It’s that time of the year again. Kids are frolicking at parks during the day, free from the restraints of school life, the sun is shining high in the sky, and everybody that dares to venture outdoors is slowly melting into a puddle of regret. It’s summertime! Luckily Steam is back at it again making a convincing case for why you should stay indoors and explore other fantastical worlds while in your air conditioned home.
Gamers rejoice. Wallets retreat. The Steam Summer sale has arrived! Our list of some of the best deals goes live a bit later today and it’s been proven that Valve regularly attacks our savings accounts but HTC is getting in on the conflict this time around. Not only has the HTC Vive been dropped down to $749.99, new Vive customers will receive a $50 Steam card to help them dive into all of the discounted games for the sale.
Last August the Virtual Reality Developers Conference (VRDC) published its first report on the state of the VR industry based off of a survey for developers. The results suggested that marginally more developers were working on the HTC Vive than the Oculus Rift. A little less than a year on and the second report has been published, and the gap between the two has slightly increased.
Muck Rack makes it simple to find people, tweets, or articles that mention any name, keyword, company, hashtag etc. We've compiled this guide to help you make the most of your search.
Selecting a term
Start searching tweets, articles from media outlets, articles mentioned in tweets, journalists'
names, titles and bios with some suggested searches:
Companies or Topics (e.g. iPhone, Microsoft)
Phrases (e.g. "cloud computing") — use quotes to keep the terms together
Twitter handles (e.g. @username) — returns those who have mentioned or replied to
Names (e.g. "David Pogue")
Hashtags (e.g. #sxsw, #london2012)
Bio details (e.g. vegan, Olympics, father)
Muck Rack's Advanced Search allows for many boolean operators.
Find results that mention multiple specified terms, use AND or
+. For example, ensure each result contains both Elon Musk and Mark Zuckerberg by
searching Obama AND Romney or Obama + Romney.
Use the operators OR or , to broaden your search when you'd like either of
multiple terms to appear in results. (This is the default behavior of our search when no operators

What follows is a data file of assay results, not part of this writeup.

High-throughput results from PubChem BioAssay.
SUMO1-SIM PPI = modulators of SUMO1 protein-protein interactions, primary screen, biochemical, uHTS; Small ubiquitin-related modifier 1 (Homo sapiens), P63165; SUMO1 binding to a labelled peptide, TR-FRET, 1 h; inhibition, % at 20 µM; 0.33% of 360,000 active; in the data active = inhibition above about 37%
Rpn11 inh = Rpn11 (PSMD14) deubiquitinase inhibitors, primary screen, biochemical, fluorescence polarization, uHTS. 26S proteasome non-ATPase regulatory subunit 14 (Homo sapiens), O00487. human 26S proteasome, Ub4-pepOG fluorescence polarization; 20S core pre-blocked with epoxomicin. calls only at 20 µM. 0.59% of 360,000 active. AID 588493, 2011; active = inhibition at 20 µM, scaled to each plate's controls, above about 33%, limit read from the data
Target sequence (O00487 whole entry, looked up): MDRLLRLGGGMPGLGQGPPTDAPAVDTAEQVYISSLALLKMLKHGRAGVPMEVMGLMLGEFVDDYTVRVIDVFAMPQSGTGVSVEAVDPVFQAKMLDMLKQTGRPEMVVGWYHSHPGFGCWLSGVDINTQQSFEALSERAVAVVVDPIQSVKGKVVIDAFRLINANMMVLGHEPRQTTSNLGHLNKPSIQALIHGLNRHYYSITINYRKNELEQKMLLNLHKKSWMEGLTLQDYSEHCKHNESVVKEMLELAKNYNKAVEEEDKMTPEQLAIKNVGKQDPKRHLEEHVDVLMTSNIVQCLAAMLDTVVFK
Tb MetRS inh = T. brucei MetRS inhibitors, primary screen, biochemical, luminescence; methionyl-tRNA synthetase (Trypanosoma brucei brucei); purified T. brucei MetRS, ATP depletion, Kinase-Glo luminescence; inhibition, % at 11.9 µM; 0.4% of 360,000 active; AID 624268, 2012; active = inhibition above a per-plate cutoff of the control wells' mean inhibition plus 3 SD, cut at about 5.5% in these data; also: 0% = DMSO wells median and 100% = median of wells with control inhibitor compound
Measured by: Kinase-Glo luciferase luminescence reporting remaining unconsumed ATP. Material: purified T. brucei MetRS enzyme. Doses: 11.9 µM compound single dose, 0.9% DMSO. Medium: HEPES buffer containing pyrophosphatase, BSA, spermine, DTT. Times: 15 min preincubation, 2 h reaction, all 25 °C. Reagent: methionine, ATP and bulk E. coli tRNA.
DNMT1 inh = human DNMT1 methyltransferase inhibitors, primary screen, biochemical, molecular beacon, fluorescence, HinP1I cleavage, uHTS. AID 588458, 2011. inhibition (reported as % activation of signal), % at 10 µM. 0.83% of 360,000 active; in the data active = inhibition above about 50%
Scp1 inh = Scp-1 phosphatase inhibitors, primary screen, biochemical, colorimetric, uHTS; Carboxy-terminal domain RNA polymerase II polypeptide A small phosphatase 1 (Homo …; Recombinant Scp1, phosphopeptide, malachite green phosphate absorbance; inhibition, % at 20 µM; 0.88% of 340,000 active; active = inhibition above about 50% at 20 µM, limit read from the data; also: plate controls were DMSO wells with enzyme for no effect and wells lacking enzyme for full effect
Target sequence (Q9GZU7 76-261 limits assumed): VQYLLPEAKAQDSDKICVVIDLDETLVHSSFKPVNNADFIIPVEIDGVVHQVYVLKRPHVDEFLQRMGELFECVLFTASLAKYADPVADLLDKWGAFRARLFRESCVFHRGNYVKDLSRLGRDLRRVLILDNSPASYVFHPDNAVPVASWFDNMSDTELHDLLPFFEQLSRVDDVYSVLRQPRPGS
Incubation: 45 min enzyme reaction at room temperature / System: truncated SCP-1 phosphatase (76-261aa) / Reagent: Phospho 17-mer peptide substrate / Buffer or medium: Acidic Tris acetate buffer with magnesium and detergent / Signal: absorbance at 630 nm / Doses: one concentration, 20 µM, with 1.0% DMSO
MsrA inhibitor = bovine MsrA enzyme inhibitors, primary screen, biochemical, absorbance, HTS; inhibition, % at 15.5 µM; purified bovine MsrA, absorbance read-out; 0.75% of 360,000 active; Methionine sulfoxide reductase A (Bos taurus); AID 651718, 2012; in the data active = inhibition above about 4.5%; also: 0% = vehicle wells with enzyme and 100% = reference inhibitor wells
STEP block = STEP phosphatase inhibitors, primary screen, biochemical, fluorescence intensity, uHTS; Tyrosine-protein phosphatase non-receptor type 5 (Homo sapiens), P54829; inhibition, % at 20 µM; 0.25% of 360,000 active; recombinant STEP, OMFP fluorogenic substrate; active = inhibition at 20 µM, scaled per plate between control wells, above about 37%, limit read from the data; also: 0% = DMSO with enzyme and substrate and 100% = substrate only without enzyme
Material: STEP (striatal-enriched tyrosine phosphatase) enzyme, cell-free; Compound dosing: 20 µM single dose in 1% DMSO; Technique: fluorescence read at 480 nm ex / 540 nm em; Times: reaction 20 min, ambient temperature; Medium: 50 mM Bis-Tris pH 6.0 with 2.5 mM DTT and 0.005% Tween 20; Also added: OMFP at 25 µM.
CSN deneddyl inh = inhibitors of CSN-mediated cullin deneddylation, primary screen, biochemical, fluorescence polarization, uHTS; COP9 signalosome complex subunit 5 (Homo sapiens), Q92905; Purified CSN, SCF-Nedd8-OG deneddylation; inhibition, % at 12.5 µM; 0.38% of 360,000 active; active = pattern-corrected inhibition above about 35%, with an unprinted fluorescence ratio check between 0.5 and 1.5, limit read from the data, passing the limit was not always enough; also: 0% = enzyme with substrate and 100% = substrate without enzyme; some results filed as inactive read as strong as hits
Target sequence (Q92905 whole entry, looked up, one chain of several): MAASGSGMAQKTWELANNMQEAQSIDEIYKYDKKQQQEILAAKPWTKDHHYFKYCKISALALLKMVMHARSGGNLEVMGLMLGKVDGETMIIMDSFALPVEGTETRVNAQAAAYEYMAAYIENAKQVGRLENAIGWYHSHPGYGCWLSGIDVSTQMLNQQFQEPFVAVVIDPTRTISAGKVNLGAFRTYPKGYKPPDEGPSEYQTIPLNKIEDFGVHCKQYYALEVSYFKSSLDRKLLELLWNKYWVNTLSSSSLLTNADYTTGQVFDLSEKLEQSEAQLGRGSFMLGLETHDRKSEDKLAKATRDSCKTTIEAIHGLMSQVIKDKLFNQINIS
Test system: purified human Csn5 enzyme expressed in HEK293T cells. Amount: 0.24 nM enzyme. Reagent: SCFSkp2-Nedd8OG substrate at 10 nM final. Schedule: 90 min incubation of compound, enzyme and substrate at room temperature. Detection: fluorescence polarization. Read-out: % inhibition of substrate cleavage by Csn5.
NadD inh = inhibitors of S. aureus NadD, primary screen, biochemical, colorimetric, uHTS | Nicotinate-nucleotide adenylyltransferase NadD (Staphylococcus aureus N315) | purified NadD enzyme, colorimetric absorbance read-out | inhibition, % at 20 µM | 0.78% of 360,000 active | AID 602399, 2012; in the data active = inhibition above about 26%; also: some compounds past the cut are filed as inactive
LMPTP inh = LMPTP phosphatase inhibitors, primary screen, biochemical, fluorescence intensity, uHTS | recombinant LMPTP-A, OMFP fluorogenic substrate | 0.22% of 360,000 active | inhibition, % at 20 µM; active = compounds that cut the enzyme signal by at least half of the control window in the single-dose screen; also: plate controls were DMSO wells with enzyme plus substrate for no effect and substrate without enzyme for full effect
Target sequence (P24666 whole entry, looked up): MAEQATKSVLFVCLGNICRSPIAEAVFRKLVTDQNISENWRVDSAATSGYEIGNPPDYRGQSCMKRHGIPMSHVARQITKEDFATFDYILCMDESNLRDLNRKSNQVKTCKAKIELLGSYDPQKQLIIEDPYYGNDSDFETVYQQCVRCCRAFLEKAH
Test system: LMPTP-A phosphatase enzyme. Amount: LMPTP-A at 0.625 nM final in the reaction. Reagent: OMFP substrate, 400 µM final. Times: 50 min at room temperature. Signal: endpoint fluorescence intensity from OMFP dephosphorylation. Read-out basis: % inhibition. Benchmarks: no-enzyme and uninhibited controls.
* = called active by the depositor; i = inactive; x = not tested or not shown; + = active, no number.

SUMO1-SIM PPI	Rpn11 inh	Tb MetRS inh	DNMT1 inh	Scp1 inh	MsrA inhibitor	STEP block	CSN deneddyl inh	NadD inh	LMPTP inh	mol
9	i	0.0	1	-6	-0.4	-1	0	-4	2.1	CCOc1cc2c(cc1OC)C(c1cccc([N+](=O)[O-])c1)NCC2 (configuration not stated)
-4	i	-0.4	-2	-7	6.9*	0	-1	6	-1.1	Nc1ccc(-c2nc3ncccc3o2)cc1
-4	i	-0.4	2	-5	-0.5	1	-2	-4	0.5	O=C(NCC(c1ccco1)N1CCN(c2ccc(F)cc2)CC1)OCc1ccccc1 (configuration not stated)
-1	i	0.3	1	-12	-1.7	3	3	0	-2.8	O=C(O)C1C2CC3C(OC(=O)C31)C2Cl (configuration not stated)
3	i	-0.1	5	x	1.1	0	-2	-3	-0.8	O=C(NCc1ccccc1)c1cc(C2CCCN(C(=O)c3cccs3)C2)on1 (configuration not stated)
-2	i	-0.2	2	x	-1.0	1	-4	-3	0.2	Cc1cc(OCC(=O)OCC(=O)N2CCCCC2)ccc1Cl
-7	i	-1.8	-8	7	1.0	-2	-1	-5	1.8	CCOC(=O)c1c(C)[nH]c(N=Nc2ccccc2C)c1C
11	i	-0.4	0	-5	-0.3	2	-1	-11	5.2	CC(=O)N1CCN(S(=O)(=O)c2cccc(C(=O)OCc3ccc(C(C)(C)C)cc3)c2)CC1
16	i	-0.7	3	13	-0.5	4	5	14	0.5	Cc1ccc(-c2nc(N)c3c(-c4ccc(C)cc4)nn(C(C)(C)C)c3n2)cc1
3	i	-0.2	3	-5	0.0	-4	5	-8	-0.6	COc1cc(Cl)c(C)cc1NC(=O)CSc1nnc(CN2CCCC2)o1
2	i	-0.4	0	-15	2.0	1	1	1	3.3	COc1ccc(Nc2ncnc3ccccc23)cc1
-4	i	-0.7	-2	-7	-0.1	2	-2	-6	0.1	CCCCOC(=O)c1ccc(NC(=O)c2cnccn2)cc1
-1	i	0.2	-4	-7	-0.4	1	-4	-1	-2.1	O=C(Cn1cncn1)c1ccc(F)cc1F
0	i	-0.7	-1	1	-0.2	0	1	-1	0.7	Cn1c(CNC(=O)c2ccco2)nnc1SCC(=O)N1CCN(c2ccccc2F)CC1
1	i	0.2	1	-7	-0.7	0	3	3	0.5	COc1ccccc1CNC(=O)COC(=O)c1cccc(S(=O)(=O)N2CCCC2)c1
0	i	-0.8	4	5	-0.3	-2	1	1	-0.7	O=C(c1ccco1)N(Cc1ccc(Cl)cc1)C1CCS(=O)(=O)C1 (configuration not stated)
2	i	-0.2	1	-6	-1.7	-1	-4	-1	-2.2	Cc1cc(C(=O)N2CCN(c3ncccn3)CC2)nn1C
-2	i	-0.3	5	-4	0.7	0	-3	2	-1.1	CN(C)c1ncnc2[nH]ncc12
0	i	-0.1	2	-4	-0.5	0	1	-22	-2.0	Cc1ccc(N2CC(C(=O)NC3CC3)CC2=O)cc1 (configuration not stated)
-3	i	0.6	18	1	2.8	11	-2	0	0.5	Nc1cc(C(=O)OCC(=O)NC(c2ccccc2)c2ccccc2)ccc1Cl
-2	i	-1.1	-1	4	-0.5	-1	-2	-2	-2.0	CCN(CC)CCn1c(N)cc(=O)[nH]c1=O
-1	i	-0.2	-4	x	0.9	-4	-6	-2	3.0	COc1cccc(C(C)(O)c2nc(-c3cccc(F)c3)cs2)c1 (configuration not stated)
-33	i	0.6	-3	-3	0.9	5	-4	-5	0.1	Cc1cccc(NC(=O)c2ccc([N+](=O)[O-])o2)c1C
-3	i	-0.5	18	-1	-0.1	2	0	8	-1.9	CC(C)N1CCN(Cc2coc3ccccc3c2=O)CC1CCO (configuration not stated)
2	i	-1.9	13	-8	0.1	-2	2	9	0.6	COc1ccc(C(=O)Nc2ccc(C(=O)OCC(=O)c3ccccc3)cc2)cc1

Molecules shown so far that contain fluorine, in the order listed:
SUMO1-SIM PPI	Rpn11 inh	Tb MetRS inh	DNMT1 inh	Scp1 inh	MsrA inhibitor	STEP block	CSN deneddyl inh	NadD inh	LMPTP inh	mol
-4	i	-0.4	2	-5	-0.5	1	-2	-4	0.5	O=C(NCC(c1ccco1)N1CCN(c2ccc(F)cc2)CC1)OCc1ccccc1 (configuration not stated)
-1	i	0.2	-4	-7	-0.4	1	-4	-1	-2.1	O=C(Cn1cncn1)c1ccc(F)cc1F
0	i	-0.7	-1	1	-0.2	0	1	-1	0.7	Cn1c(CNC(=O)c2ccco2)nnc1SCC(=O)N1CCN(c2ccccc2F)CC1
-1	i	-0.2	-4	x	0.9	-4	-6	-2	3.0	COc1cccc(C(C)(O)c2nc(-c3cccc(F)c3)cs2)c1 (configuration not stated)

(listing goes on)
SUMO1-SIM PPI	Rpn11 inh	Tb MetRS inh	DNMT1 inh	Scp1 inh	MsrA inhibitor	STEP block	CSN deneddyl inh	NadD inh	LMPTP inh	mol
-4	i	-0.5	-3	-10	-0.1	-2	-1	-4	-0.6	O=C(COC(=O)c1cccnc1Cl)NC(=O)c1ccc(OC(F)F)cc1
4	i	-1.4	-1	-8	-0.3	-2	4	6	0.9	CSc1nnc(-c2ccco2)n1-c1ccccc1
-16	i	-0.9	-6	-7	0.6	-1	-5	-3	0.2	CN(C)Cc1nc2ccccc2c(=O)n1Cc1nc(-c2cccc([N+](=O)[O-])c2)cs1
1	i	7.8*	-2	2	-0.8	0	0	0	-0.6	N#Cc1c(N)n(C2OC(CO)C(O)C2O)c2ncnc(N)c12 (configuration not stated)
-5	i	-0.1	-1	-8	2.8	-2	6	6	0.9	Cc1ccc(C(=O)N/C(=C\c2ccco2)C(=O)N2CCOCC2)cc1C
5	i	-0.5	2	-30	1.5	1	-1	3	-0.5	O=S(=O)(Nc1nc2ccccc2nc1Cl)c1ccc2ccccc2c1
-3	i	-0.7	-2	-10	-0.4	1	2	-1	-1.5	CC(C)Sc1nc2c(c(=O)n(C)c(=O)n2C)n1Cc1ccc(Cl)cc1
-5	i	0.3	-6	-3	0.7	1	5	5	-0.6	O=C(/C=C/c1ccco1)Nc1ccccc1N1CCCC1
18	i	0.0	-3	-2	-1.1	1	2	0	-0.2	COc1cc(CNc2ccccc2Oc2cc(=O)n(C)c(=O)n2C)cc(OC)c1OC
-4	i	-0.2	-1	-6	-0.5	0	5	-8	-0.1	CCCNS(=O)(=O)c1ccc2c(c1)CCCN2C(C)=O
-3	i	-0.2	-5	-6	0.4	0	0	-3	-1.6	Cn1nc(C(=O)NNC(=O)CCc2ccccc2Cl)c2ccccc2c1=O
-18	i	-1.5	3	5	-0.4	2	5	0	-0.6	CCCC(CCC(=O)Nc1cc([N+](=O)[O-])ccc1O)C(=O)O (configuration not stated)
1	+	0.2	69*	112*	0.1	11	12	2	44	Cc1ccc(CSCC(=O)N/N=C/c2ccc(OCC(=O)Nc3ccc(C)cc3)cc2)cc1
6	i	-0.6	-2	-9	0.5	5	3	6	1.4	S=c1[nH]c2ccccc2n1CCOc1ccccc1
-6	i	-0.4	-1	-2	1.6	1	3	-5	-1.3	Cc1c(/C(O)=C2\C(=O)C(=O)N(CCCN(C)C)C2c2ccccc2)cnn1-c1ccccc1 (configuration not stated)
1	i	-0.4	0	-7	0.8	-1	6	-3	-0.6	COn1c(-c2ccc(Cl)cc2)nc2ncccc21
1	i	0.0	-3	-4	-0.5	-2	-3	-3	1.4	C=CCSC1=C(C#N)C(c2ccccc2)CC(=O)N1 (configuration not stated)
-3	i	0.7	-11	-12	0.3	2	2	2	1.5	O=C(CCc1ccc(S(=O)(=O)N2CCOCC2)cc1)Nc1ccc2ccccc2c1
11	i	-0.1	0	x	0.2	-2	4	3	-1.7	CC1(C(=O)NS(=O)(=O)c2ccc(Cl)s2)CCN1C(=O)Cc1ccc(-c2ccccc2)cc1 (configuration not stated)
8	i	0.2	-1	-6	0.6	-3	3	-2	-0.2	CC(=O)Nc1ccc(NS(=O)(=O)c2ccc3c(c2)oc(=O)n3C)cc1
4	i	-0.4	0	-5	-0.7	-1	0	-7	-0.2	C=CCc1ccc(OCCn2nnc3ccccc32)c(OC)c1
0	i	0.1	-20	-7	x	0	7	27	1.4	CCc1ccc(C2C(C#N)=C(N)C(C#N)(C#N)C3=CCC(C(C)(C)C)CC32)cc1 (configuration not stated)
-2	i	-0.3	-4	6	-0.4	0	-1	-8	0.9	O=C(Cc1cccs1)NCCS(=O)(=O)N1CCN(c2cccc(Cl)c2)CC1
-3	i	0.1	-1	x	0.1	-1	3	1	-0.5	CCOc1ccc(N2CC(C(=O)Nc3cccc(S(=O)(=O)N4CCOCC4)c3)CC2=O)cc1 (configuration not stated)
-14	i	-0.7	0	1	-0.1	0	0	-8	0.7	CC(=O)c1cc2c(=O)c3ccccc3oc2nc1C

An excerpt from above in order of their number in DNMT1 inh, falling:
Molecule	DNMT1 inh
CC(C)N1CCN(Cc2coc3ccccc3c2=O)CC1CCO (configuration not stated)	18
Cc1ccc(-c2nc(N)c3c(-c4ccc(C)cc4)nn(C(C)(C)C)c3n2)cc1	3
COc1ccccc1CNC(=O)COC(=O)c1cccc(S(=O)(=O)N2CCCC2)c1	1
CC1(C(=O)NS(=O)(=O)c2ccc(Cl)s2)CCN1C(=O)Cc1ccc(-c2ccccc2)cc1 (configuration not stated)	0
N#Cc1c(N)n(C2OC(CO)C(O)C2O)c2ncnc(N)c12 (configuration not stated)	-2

are used.) For example, search for democrat OR republican to find results that refer to
Democrats and/or Republicans.
Use NOT or - to subtract results from your search. For
example, searching Disney will yield results about the Walt Disney Company as well as Walt Disney
World Resort. To exclude mentions of Disney World, search for Disney -World or Disney
When using one of these operators with a phrase, enclose it in quotation marks. For example, you can
find results about smartphones excluding Apple's iPhone 4S by searching smartphone -"iPhone
Exact case matching or punctuation
If you're searching for a brand name or keyword that relies on specific punctuation marks or capitalization, you can
find results that match your exact query by adding matchcase: before the keyword you're searching for, like matchcase:E*TRADE .
Use parentheses to separate multiple
boolean phrases. For example, to find journalists talking about having fun in Disney World or
Disneyland, search for ("disney world" OR disneyland) AND fun.
An asterisk can be used to search for any variation of a root word truncated by the asterisk. For example, searching for admin* will return results for administrator, administration, administer, administered, etc.
A near operator is an AND operator where you can control the distance between the words. You can vary the distance the near operation uses by adding a forward slash and number (between 0-99) such as strawberries NEAR/10 "whipped cream", which means the strawberries must exist within 10 words of "whipped cream".